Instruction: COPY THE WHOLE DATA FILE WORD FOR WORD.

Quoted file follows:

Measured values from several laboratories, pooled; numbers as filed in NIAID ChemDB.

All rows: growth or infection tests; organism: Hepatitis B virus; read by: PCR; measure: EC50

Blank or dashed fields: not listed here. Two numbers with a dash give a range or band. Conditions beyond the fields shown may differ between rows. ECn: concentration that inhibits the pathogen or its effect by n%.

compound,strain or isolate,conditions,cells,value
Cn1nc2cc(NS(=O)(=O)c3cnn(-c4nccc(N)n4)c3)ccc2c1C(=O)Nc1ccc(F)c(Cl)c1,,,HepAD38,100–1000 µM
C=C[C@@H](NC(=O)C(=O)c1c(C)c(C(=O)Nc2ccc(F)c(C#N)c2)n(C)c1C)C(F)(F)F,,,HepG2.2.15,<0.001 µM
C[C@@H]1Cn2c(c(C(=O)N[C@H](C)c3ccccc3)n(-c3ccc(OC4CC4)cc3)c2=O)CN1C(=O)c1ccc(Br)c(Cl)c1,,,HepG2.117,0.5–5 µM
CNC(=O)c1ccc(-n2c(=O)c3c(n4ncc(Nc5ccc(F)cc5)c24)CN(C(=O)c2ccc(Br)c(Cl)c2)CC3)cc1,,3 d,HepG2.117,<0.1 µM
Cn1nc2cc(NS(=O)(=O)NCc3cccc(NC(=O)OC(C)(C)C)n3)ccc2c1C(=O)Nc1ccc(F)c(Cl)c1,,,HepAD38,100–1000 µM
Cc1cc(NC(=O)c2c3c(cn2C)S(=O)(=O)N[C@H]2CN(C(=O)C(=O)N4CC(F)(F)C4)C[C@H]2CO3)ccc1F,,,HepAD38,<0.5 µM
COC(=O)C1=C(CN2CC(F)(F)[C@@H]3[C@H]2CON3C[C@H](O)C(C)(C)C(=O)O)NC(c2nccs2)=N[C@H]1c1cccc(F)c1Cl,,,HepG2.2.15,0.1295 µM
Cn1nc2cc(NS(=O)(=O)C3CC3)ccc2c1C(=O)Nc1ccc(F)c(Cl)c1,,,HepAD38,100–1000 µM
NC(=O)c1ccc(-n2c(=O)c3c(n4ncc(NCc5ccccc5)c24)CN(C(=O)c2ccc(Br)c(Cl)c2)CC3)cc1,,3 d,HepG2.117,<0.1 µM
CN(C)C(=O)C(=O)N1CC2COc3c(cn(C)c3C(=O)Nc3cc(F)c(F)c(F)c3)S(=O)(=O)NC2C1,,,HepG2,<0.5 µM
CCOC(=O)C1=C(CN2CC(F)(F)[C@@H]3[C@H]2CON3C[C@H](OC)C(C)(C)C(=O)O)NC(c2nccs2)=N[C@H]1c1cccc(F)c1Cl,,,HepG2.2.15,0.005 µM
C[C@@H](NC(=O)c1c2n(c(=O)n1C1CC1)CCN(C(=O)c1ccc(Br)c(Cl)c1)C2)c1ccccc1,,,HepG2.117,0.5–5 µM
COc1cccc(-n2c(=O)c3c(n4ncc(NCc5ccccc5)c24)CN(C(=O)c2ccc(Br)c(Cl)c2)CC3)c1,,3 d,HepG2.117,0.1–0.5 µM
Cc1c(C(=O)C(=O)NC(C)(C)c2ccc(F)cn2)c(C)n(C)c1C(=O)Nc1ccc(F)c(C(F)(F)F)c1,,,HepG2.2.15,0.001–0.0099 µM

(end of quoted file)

Measured values from several laboratories, pooled; numbers as filed in NIAID ChemDB.

All rows: growth or infection tests; organism: Hepatitis B virus; read by: PCR; measure: EC50

Blank or dashed fields: not listed here. Two numbers with a dash give a range or band. Conditions beyond the fields shown may differ between rows. ECn: concentration that inhibits the pathogen or its effect by n%.

compound,strain or isolate,conditions,cells,value
Cn1nc2cc(NS(=O)(=O)c3cnn(-c4nccc(N)n4)c3)ccc2c1C(=O)Nc1ccc(F)c(Cl)c1,,,HepAD38,100–1000 µM
C=C[C@@H](NC(=O)C(=O)c1c(C)c(C(=O)Nc2ccc(F)c(C#N)c2)n(C)c1C)C(F)(F)F,,,HepG2.2.15,<0.001 µM
C[C@@H]1Cn2c(c(C(=O)N[C@H](C)c3ccccc3)n(-c3ccc(OC4CC4)cc3)c2=O)CN1C(=O)c1ccc(Br)c(Cl)c1,,,HepG2.117,0.5–5 µM
CNC(=O)c1ccc(-n2c(=O)c3c(n4ncc(Nc5ccc(F)cc5)c24)CN(C(=O)c2ccc(Br)c(Cl)c2)CC3)cc1,,3 d,HepG2.117,<0.1 µM
Cn1nc2cc(NS(=O)(=O)NCc3cccc(NC(=O)OC(C)(C)C)n3)ccc2c1C(=O)Nc1ccc(F)c(Cl)c1,,,HepAD38,100–1000 µM
Cc1cc(NC(=O)c2c3c(cn2C)S(=O)(=O)N[C@H]2CN(C(=O)C(=O)N4CC(F)(F)C4)C[C@H]2CO3)ccc1F,,,HepAD38,<0.5 µM
COC(=O)C1=C(CN2CC(F)(F)[C@@H]3[C@H]2CON3C[C@H](O)C(C)(C)C(=O)O)NC(c2nccs2)=N[C@H]1c1cccc(F)c1Cl,,,HepG2.2.15,0.1295 µM
Cn1nc2cc(NS(=O)(=O)C3CC3)ccc2c1C(=O)Nc1ccc(F)c(Cl)c1,,,HepAD38,100–1000 µM
NC(=O)c1ccc(-n2c(=O)c3c(n4ncc(NCc5ccccc5)c24)CN(C(=O)c2ccc(Br)c(Cl)c2)CC3)cc1,,3 d,HepG2.117,<0.1 µM
CN(C)C(=O)C(=O)N1CC2COc3c(cn(C)c3C(=O)Nc3cc(F)c(F)c(F)c3)S(=O)(=O)NC2C1,,,HepG2,<0.5 µM
CCOC(=O)C1=C(CN2CC(F)(F)[C@@H]3[C@H]2CON3C[C@H](OC)C(C)(C)C(=O)O)NC(c2nccs2)=N[C@H]1c1cccc(F)c1Cl,,,HepG2.2.15,0.005 µM
C[C@@H](NC(=O)c1c2n(c(=O)n1C1CC1)CCN(C(=O)c1ccc(Br)c(Cl)c1)C2)c1ccccc1,,,HepG2.117,0.5–5 µM
COc1cccc(-n2c(=O)c3c(n4ncc(NCc5ccccc5)c24)CN(C(=O)c2ccc(Br)c(Cl)c2)CC3)c1,,3 d,HepG2.117,0.1–0.5 µM
Cc1c(C(=O)C(=O)NC(C)(C)c2ccc(F)cn2)c(C)n(C)c1C(=O)Nc1ccc(F)c(C(F)(F)F)c1,,,HepG2.2.15,0.001–0.0099 µM